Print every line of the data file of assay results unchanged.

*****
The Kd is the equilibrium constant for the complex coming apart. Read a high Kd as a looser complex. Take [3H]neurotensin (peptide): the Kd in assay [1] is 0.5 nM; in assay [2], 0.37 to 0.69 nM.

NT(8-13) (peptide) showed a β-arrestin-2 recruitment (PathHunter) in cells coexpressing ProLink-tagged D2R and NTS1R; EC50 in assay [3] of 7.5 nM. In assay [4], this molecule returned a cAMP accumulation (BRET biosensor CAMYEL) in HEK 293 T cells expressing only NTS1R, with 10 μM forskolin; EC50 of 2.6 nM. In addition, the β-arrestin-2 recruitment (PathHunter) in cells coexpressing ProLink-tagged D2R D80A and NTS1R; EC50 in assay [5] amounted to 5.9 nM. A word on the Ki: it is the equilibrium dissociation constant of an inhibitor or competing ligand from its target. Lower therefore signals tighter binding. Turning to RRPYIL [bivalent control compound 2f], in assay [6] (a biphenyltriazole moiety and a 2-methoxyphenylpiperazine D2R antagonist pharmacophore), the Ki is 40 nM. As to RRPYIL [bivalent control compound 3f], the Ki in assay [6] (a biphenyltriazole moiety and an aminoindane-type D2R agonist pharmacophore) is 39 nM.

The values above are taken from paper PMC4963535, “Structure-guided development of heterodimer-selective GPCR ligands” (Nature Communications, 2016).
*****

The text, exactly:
The Kd is the equilibrium constant for the complex coming apart. Read a high Kd as a looser complex. Take [3H]neurotensin (peptide): the Kd in assay [1] is 0.5 nM; in assay [2], 0.37 to 0.69 nM.

NT(8-13) (peptide) showed a β-arrestin-2 recruitment (PathHunter) in cells coexpressing ProLink-tagged D2R and NTS1R; EC50 in assay [3] of 7.5 nM. In assay [4], this molecule returned a cAMP accumulation (BRET biosensor CAMYEL) in HEK 293 T cells expressing only NTS1R, with 10 μM forskolin; EC50 of 2.6 nM. In addition, the β-arrestin-2 recruitment (PathHunter) in cells coexpressing ProLink-tagged D2R D80A and NTS1R; EC50 in assay [5] amounted to 5.9 nM. A word on the Ki: it is the equilibrium dissociation constant of an inhibitor or competing ligand from its target. Lower therefore signals tighter binding. Turning to RRPYIL [bivalent control compound 2f], in assay [6] (a biphenyltriazole moiety and a 2-methoxyphenylpiperazine D2R antagonist pharmacophore), the Ki is 40 nM. As to RRPYIL [bivalent control compound 3f], the Ki in assay [6] (a biphenyltriazole moiety and an aminoindane-type D2R agonist pharmacophore) is 39 nM.

The values above are taken from paper PMC4963535, “Structure-guided development of heterodimer-selective GPCR ligands” (Nature Communications, 2016).